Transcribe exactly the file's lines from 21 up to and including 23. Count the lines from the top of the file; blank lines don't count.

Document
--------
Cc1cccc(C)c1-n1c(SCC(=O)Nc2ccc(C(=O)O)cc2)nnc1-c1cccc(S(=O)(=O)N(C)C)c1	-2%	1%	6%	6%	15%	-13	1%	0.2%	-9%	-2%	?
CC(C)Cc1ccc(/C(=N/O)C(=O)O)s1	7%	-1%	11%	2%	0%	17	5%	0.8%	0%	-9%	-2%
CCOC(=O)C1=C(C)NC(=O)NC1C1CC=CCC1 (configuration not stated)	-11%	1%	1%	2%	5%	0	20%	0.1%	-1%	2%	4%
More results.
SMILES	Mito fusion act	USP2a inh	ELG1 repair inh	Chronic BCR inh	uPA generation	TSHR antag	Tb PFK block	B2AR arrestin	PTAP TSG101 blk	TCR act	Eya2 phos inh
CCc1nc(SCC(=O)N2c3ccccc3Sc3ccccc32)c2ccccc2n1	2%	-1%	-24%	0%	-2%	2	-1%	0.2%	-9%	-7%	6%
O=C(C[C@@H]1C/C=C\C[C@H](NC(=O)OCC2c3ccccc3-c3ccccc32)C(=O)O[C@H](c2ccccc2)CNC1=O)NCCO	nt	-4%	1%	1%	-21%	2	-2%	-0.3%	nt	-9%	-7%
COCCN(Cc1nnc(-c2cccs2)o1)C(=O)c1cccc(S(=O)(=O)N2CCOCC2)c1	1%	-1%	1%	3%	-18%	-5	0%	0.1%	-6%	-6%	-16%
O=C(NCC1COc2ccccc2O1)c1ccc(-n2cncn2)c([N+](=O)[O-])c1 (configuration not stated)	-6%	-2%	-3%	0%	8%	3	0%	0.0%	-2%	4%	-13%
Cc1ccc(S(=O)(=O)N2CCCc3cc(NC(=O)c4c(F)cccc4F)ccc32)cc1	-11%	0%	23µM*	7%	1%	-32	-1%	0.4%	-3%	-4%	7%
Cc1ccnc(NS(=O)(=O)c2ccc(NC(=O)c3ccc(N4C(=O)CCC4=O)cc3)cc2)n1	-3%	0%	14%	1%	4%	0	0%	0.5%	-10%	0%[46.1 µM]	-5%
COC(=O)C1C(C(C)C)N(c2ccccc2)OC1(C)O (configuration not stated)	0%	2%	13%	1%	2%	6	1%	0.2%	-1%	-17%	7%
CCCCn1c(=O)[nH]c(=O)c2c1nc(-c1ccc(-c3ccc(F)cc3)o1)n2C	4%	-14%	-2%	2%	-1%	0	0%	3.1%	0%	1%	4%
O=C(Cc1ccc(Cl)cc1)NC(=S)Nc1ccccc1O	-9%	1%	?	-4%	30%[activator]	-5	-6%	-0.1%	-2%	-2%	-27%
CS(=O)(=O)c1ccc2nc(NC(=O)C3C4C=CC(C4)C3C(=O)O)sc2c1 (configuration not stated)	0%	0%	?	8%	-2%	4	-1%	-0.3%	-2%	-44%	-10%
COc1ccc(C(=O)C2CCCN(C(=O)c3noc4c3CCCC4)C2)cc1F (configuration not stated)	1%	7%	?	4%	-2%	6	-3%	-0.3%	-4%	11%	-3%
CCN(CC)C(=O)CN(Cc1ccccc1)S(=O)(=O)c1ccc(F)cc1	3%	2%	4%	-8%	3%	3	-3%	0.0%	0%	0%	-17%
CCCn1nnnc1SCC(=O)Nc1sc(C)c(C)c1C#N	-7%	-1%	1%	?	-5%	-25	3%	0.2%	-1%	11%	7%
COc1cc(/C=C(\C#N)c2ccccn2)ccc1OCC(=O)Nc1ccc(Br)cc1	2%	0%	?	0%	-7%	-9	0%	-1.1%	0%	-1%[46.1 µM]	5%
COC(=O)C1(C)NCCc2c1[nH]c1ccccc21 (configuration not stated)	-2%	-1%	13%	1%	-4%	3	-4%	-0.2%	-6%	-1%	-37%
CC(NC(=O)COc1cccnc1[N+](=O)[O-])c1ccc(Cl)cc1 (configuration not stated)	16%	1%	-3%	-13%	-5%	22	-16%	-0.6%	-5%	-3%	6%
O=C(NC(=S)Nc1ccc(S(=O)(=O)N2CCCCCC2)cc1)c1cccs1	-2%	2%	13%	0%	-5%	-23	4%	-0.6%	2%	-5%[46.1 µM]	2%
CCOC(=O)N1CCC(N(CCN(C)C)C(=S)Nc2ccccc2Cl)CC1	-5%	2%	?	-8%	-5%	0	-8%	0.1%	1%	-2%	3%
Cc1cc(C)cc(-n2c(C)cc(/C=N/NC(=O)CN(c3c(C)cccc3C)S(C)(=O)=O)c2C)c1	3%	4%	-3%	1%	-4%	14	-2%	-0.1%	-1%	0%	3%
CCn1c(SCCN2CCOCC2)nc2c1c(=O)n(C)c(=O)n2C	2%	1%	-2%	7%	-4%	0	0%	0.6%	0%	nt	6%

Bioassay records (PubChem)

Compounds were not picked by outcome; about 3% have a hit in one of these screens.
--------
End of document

CC(NC(=O)COc1cccnc1[N+](=O)[O-])c1ccc(Cl)cc1 (configuration not stated)	16%	1%	-3%	-13%	-5%	22	-16%	-0.6%	-5%	-3%	6%
O=C(NC(=S)Nc1ccc(S(=O)(=O)N2CCCCCC2)cc1)c1cccs1	-2%	2%	13%	0%	-5%	-23	4%	-0.6%	2%	-5%[46.1 µM]	2%
CCOC(=O)N1CCC(N(CCN(C)C)C(=S)Nc2ccccc2Cl)CC1	-5%	2%	?	-8%	-5%	0	-8%	0.1%	1%	-2%	3%